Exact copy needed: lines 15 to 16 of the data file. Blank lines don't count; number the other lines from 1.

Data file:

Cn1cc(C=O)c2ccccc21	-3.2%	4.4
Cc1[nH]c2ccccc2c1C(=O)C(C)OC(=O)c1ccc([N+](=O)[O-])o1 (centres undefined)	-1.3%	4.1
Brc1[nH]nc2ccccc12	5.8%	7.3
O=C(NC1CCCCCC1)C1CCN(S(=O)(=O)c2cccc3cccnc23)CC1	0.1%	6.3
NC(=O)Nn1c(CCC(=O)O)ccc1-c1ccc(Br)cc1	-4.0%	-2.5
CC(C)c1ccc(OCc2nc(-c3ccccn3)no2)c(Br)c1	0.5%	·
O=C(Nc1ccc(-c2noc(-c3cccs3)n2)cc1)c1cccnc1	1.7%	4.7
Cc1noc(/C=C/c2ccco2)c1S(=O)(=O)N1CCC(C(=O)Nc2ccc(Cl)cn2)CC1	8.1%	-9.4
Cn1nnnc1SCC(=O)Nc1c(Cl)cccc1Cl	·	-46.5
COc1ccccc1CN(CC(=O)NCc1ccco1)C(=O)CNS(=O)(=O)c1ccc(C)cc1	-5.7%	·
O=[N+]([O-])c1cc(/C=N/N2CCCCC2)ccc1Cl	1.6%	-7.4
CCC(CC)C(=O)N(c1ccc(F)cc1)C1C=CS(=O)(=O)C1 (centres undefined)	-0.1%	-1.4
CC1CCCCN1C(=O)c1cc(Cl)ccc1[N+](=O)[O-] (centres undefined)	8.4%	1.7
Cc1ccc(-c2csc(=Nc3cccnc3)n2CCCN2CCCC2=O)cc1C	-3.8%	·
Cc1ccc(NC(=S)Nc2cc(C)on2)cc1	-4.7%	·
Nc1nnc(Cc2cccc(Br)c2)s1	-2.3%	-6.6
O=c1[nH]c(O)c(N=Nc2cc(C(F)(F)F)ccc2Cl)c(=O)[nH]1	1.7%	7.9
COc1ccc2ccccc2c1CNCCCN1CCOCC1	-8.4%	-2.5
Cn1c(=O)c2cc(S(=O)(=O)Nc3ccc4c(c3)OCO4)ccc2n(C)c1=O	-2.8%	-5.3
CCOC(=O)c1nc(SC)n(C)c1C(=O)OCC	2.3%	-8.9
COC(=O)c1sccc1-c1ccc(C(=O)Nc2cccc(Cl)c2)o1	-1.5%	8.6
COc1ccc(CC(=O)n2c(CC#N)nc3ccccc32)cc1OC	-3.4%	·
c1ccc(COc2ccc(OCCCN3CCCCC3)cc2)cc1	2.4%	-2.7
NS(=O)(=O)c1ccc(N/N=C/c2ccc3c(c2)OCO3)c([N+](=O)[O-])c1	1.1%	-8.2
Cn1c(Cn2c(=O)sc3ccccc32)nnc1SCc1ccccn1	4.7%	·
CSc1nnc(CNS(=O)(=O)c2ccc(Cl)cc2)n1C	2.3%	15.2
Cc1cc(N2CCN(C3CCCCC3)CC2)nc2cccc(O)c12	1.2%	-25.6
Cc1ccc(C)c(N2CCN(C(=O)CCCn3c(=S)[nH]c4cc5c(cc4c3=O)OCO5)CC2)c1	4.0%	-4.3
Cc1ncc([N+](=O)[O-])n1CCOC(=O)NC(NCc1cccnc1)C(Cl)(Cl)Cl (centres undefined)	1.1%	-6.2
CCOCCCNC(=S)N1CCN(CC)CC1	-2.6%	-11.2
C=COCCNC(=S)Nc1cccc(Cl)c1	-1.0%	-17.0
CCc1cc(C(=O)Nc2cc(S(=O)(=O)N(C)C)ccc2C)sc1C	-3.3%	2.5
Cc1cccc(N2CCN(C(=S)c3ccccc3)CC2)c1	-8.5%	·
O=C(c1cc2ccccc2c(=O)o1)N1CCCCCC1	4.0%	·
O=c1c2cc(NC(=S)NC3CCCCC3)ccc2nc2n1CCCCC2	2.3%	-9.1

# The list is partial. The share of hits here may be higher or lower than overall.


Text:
Cc1ccc(NC(=S)Nc2cc(C)on2)cc1	-4.7%	·
Nc1nnc(Cc2cccc(Br)c2)s1	-2.3%	-6.6